SR71 Sistership, The MD21 Blackbird Accident
4 min - 14 Nov 2007
Uploaded by Blackbird101
a better strategy might be rearward ejection from the mother craft as was done with bomb ejection from the A-5A Vigilante, or in the T-Space air launch tests. Or as was actually done with a Minuteman I air launched after drop from the rear of a C-5 http://www.youtube.com/watch?v=It7SQ546xRk
At subsonic C-5 like speeds, the delta V savings are not much.
The t/Space version of air launch provided only modest performance gains compared to a ground launch (savings of 335 m/s to 550 m/s in booster delta-V ...
www.astronautix.com/craft/cxv.htm From Mark Wade's Astronautix site
But we can imagine the equivalent of a pop up vehicle-- it goes on a ballistic track out of the tunnel, and in space discharges a vacuum-optimized space booster (that need not be streamlined-- like a version of the LM Ascent Module that is (neglecting the ramjet/scramjet) A single-stage to orbit vehicle, one engine, already lit before release, very few failure modes.
High resolution picture of a true vacuum-only space vehicle:
Wikipedia caption at page
The ascent stage of Apollo 17's Lunar Module "Challenger" rendezvous with Command Module "America" for the journey home after 3 days on the Moon. 14 December 1972
Discussion of optimum staging velocity-- remember ramjets peak at 2 km/sec, scramjets can easily reach 5-6 km sec. A small amount of rocket power would be necessary for reaction control.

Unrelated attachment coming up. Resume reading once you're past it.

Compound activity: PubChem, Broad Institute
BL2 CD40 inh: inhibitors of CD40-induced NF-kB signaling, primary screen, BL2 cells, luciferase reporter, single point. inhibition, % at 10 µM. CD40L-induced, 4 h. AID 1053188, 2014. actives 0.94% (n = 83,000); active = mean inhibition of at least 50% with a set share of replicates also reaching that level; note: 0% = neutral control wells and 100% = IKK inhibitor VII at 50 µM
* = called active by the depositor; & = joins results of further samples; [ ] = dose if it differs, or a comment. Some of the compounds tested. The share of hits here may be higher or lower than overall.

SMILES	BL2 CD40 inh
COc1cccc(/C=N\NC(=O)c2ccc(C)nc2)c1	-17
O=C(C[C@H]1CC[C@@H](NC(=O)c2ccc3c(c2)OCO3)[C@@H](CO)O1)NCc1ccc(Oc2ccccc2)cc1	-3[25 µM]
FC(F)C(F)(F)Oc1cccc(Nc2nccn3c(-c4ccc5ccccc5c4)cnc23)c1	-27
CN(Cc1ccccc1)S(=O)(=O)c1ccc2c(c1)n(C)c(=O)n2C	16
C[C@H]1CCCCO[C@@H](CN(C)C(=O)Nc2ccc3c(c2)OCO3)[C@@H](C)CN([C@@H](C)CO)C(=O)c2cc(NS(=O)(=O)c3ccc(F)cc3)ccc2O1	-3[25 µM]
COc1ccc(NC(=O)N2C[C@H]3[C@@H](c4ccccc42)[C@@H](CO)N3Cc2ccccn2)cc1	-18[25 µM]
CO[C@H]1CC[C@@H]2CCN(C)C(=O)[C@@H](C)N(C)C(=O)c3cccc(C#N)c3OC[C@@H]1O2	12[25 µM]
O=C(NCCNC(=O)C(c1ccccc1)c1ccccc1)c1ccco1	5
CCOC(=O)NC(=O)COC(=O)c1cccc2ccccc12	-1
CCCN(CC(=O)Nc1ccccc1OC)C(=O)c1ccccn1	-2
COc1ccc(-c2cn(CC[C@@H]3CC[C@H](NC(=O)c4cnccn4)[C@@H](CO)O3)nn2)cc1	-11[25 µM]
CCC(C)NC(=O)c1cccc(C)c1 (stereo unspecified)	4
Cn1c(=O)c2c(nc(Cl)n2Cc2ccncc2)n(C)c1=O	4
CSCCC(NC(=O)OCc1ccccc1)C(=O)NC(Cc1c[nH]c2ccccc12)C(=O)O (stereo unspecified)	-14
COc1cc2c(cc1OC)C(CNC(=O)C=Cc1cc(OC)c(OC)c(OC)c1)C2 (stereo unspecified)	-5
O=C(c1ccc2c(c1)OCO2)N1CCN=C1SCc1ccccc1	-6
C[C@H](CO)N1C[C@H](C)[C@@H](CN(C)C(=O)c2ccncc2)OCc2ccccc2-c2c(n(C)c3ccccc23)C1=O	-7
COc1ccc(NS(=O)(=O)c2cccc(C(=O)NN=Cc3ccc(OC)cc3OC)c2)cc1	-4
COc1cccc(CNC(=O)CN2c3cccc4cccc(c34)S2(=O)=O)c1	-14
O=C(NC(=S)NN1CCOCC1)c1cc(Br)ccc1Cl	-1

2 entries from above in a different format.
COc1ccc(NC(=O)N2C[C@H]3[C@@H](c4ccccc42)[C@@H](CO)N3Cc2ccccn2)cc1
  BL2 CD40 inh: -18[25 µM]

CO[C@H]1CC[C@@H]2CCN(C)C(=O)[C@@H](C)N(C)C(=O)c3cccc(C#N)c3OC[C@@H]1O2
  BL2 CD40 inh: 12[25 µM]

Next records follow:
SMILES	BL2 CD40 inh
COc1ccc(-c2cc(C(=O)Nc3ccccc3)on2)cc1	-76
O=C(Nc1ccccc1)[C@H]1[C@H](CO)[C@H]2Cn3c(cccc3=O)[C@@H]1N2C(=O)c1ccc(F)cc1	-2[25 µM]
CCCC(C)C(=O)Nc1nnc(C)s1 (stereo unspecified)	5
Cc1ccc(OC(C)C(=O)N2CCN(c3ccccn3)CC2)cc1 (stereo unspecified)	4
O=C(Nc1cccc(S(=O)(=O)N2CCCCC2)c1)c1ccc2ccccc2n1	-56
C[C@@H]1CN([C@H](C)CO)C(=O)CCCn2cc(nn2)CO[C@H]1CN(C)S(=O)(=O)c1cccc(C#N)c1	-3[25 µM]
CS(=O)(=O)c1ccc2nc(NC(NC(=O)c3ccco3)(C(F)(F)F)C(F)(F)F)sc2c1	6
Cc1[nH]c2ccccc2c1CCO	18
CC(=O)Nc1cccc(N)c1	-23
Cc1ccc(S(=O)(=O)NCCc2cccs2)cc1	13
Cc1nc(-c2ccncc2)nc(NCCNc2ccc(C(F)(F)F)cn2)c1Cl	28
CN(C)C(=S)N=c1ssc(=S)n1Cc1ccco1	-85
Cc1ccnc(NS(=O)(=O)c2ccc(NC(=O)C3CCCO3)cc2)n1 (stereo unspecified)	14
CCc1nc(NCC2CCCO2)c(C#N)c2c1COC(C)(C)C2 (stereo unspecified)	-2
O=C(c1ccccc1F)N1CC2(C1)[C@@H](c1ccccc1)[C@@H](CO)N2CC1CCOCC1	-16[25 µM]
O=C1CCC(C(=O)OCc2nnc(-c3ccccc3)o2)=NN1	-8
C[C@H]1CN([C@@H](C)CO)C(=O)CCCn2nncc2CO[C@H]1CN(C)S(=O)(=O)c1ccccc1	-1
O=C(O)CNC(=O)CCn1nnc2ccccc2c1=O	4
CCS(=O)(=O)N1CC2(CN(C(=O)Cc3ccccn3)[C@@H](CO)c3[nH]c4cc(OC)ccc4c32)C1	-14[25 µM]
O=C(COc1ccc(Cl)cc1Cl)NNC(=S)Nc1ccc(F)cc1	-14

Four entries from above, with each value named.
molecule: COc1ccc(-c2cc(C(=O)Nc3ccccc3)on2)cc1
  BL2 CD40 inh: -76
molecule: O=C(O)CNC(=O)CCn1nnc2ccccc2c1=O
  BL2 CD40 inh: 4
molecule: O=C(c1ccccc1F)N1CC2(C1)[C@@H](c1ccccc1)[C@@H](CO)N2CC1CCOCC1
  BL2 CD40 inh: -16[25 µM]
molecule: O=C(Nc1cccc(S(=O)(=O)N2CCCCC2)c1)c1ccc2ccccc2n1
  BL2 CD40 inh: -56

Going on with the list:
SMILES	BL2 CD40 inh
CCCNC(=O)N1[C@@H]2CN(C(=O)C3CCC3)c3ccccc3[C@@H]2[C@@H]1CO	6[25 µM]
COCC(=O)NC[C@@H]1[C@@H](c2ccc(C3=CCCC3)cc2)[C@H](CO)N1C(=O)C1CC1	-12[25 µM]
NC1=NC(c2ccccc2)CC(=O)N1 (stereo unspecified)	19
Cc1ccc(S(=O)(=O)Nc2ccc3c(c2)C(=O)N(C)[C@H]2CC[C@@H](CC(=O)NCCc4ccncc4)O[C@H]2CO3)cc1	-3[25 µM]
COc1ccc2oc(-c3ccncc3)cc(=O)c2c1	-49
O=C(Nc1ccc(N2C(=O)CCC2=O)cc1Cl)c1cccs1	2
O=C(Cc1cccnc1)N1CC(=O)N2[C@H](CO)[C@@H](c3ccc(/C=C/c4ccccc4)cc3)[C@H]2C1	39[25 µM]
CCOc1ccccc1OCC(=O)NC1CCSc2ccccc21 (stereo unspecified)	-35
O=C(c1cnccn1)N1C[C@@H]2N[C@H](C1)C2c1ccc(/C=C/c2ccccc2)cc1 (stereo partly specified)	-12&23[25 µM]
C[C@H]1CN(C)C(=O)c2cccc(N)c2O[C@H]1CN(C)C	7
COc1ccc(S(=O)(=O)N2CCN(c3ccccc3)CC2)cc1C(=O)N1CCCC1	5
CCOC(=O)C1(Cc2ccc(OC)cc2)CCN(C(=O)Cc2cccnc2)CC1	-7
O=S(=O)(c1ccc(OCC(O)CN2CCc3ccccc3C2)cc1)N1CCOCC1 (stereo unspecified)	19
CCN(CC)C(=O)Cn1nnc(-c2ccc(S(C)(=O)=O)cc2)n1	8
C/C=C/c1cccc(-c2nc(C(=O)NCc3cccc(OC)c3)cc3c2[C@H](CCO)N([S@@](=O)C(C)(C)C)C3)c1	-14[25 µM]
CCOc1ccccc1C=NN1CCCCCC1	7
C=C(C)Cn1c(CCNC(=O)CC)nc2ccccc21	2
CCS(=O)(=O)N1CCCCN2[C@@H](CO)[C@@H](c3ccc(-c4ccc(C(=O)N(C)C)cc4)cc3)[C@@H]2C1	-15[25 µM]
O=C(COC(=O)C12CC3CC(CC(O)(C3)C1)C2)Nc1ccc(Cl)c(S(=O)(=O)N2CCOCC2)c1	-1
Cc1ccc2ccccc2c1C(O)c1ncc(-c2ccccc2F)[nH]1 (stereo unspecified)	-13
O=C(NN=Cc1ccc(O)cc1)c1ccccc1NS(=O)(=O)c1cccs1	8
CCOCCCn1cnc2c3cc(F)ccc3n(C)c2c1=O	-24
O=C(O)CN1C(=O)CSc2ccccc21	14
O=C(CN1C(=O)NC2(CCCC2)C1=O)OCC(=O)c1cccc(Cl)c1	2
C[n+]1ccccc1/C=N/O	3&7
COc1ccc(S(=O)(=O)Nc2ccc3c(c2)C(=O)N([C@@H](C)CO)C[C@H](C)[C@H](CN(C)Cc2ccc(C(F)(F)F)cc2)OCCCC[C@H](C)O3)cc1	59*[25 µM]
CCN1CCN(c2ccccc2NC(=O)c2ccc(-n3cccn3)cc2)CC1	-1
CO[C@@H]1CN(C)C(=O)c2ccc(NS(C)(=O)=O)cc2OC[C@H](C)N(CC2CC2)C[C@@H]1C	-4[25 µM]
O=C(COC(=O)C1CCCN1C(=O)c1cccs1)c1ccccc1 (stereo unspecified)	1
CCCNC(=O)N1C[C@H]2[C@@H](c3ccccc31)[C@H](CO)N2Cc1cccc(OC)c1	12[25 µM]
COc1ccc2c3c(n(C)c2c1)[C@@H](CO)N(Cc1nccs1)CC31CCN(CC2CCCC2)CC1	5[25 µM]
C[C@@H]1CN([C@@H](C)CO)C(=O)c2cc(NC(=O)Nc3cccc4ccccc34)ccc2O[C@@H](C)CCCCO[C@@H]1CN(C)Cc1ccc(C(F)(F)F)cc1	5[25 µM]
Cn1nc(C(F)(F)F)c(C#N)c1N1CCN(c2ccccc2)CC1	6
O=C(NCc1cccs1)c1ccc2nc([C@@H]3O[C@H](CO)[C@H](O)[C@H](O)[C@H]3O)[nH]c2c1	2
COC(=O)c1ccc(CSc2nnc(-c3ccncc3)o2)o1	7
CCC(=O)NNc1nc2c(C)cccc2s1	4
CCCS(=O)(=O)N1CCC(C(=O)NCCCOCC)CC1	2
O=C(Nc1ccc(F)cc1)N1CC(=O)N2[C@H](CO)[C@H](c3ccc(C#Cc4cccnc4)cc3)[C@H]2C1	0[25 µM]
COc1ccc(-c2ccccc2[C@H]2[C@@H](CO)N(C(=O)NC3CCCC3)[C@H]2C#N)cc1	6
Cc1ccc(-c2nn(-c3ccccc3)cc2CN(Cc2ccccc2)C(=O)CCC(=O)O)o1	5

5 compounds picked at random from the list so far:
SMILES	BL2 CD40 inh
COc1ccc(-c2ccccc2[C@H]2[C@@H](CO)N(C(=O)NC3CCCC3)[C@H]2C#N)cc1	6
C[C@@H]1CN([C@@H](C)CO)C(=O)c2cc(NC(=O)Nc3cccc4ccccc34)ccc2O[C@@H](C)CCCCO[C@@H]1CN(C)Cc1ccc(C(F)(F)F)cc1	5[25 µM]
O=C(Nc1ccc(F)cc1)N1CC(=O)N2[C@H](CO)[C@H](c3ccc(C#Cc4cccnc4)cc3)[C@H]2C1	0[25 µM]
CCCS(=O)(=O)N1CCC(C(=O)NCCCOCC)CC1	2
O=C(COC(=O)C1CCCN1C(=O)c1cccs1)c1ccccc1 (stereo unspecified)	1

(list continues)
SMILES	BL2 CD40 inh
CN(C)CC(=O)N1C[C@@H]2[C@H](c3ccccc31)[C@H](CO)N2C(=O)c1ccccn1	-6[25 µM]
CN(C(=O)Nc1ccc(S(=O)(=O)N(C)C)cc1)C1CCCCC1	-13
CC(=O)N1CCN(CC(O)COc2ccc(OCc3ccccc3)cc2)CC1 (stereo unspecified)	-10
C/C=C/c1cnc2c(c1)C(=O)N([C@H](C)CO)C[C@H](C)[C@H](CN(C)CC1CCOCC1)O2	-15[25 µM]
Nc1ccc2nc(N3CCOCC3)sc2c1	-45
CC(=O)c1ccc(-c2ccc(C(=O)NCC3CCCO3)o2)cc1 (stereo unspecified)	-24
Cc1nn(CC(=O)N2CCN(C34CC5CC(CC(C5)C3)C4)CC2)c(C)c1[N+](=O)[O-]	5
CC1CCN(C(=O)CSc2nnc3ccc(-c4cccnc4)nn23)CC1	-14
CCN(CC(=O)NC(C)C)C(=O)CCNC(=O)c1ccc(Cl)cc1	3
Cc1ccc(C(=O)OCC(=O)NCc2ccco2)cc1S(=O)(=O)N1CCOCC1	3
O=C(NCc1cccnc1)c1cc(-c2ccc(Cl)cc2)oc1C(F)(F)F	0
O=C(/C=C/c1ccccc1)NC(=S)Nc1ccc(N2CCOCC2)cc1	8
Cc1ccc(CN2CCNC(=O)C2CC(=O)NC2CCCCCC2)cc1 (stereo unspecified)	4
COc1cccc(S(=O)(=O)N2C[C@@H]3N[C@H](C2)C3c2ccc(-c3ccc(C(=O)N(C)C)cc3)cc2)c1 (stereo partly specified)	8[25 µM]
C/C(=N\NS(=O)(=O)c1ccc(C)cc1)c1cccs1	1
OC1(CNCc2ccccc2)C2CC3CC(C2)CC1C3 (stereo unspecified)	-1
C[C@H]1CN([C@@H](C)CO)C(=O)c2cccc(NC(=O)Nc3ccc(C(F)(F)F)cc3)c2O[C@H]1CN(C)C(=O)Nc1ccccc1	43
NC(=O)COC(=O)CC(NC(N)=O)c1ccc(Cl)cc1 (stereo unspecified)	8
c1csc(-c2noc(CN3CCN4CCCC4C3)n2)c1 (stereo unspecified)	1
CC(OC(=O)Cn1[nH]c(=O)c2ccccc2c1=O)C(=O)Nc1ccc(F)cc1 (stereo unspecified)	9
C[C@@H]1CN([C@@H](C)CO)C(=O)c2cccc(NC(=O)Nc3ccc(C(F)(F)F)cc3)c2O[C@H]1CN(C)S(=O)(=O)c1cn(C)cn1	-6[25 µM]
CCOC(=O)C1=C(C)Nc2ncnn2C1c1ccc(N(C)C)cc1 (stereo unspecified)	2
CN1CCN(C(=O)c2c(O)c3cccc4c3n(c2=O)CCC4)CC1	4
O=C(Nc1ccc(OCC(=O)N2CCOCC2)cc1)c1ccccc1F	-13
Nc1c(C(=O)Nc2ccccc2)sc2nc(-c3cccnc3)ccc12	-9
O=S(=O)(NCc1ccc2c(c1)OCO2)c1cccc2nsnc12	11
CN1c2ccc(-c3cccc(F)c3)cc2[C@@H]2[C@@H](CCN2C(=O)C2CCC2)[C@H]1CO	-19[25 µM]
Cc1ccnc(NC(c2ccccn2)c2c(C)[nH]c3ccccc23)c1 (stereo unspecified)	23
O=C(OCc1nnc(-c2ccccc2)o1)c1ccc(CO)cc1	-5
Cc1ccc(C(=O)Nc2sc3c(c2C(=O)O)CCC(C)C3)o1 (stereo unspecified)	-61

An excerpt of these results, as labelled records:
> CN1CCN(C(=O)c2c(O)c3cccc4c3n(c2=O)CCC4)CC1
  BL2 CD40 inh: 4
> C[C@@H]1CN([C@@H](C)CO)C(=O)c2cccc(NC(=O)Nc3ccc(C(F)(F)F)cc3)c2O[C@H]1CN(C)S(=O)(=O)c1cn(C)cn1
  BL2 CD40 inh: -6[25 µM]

Analysis shows the optimum staging velocity (the speed at which the first stage is dropped) is very high — possibly 3.65 km/s (12,000 feet per second). This means after separation, the large first stage is at high altitude and headed downrange very fast, which makes it difficult to turn around and get back to the launch point
A scramjet that wished to actually fly to orbit could reach the needed staging velocity and more, and could actually approach close enough to orbital velocity that the last bit could be by rocket.
As actual orbital speed (Mach 25 in air) is approached the thing will pull upward, so the actual ballistic path of the tunnel would be constrained as would top speed-- but one can imagine a 'switching track' where space-bound craft go sharply upward before using a final kilometer or two a second of rocket delta V from on-board fuel before assuming orbit. As several hydrogen oxygen craft (Saturn 5 second and third stages and Space Shuttle engines pod (not whole Orbiter) with external tank) are theoretically capable of reaching orbit single stage with reduced payloads, and as neither the hydrogen nor the tankage for it need be carried in a hydrogen skyway, that may be a possibility here too.
One can also imagine a nuclear ramjet/scramjet reaching orbit in the tunnel without burning liquid oxygen at all ... 3000 degrees Kelvin hydrogen exhausts at 9.8 km/sec and theoretically one could reach orbital speed in the tunnel itself (which presumably would make for interesting stresses on the tunnel walls!--Not to mention the bad 5 seconds when it leaves the tunnel and punches its way through the remaining atmosphere---) The mass ratio would be basically like an ordinary plane. However the nuclear fuel could have no contact with the hydrogen-- we don't want ablating flakes of it cast throughout the long tunnel...
Returning to the subjects of the aerostats that support the floating skyways, aerostat living might also be good training for Venus Colonization. http://en.wikipedia.org/wiki/Colonization_of_Venus